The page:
I have a particular favourite pair of jeans that one guy threw out and I found them in the dumpster and now they are in my personal collection. They are a great standpoint for me to look at and grasp where the certain tonal nuances are, I have amassed a pretty extensive collection over the years. I try and replicate what a guy would do in a working environment and apply it to a jean so that become a fashion statement."

Now, I'm far from a denim obsessive but Harrell's passion is infectious and my appetite was whet. Shortly after leaving the stomach rumbling inducing smells of La Bodega Negra, I took a closer look at a few of the AW12 options from PRPS Noir...

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A closer look at PRPS Noir.

"Even though the market is difficult right now, there is a consumer base out there that understands what we do. The Japanese families are really traditional and anal about replicating the Big E Levi's concept - the construction and replication of an original World War II jean is the optimum jean making. Typically jean makers use a single needle technique and process for whole jeans manufacturing. There's no stop and go - no tension allowance for the different areas. Typically there are five changes in the stop and go process of stitching jeans that Mr Levi Staus created, based on the fact that when a guy works the tension in the stitching has to change for every part of the jean. For me, he was a genius but so many companies have lost sight of that and cut corners. At every segment of PRPS we stick to the different processes that he created because we are striving to keep that bar the same, if we are going to do any improvement, it comes through the leather quality, the shanks, the denim - but essential the process is the same. The hope is that the informed consumer understands that and buys in to the obvious quality."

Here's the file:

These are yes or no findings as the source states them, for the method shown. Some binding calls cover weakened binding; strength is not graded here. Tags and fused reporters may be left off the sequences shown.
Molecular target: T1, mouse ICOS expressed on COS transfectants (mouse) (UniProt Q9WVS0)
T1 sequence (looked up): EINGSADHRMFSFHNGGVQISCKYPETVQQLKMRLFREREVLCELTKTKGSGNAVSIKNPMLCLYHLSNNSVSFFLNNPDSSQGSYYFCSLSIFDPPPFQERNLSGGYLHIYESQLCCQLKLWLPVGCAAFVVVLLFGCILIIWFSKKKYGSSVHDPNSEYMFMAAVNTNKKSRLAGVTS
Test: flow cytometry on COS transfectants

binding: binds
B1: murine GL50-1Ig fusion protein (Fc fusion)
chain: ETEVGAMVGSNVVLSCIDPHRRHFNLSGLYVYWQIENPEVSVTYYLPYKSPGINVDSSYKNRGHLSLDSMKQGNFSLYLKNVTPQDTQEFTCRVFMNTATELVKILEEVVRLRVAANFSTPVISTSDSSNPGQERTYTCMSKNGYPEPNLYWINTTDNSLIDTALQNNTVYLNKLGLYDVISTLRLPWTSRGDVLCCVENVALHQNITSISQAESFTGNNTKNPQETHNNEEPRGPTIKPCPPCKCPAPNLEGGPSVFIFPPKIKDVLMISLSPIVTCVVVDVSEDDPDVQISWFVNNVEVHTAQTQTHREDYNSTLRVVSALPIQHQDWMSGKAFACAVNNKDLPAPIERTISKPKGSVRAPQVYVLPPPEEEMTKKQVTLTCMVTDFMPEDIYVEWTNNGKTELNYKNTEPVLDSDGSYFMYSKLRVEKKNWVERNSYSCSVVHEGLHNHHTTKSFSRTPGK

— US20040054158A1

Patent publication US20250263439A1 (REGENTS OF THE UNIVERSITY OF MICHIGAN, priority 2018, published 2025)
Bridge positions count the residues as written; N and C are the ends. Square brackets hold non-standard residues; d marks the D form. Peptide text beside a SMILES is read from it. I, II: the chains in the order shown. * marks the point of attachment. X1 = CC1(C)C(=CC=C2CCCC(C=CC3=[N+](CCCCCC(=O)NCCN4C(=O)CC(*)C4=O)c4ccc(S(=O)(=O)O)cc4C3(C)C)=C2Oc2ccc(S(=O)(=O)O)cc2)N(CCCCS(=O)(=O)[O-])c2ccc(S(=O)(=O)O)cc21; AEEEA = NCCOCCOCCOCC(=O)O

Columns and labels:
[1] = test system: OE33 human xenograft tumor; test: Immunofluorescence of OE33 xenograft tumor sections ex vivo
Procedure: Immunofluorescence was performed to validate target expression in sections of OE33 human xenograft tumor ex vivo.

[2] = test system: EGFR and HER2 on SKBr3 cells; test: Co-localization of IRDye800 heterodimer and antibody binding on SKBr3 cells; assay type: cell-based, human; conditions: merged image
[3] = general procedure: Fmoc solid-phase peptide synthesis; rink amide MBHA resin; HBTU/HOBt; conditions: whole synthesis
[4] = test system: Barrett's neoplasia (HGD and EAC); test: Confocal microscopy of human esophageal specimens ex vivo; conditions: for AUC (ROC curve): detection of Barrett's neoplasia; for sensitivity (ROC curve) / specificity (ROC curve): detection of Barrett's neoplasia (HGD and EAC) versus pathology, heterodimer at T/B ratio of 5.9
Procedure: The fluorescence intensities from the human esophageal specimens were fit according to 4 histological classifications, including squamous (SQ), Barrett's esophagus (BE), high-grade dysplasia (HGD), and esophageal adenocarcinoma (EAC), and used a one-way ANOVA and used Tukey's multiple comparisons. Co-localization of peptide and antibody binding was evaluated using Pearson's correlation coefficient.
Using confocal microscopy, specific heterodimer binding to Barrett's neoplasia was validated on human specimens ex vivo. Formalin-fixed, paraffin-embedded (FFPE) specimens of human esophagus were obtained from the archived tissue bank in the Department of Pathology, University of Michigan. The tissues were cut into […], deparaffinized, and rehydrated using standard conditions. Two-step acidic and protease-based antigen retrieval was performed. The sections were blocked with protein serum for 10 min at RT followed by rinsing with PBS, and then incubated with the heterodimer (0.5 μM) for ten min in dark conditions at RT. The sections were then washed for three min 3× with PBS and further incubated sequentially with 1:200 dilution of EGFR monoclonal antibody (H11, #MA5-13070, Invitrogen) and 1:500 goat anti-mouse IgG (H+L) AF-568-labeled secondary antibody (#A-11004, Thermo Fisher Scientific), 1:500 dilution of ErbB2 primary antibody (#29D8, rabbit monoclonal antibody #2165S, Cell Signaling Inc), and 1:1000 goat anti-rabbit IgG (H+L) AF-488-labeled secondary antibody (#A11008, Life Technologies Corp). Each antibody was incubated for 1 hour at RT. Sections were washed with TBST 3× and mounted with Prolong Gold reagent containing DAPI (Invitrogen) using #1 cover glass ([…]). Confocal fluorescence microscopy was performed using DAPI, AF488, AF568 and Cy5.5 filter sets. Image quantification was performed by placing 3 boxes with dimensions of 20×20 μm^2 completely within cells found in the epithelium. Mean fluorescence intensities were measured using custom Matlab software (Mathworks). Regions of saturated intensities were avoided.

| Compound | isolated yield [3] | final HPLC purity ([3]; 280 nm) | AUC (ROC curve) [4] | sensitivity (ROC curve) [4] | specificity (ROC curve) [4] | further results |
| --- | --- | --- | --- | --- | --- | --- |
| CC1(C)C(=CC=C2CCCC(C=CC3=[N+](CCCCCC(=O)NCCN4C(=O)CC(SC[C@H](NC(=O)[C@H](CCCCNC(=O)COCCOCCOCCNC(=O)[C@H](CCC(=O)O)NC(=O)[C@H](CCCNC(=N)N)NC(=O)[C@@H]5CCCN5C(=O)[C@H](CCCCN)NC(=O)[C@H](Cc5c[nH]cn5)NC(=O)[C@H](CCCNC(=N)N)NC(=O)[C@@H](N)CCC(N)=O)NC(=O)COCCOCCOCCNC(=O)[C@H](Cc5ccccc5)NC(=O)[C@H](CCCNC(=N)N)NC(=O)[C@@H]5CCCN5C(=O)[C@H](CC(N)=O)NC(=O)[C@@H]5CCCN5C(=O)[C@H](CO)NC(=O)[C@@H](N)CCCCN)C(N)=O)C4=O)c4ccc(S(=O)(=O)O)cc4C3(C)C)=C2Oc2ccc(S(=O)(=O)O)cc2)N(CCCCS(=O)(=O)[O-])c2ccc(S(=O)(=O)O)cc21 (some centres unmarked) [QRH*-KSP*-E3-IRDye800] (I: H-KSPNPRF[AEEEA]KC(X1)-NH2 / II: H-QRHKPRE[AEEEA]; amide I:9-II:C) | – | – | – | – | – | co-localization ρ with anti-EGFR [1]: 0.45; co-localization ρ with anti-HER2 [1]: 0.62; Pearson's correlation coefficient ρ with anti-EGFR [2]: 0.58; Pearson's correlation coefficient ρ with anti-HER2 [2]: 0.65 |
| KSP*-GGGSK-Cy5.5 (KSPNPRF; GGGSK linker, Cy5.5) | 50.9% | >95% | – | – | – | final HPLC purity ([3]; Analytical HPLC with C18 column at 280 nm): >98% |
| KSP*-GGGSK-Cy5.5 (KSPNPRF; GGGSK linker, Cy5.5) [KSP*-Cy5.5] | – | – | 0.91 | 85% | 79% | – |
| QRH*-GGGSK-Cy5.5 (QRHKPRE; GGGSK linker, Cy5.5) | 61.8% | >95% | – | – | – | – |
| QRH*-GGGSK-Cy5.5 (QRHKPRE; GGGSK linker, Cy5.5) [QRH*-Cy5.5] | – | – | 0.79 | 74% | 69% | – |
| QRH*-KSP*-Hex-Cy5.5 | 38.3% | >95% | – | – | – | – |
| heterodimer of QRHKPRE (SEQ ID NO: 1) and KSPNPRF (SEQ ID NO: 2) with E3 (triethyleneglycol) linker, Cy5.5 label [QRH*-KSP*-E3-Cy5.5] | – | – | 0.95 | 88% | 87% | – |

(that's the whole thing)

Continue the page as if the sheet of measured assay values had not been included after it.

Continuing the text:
There's no doubt that the informed consumer will fall for the charms of PRPS. From using the best cotton in the world to utilising the craftsmen of Japan's families who hand-spun it on the original looms that Levi’s used to create their denim and the experiments with finishes and details, Donwan Harrell's PRPS Noir line is a heady cocktail of tradition and innovation, the forgotten and the new. 

3 comments:

Mat said...

his passion sure does come through, which is a joy to read. it totally rubs off when you hear someone like this

Karen said...

Yeah! I love the jeans there! :)) I'll grab one of that. Hehehe.

John said...

PRPS jeans are some of the best on the market and Donwan is a dude!!!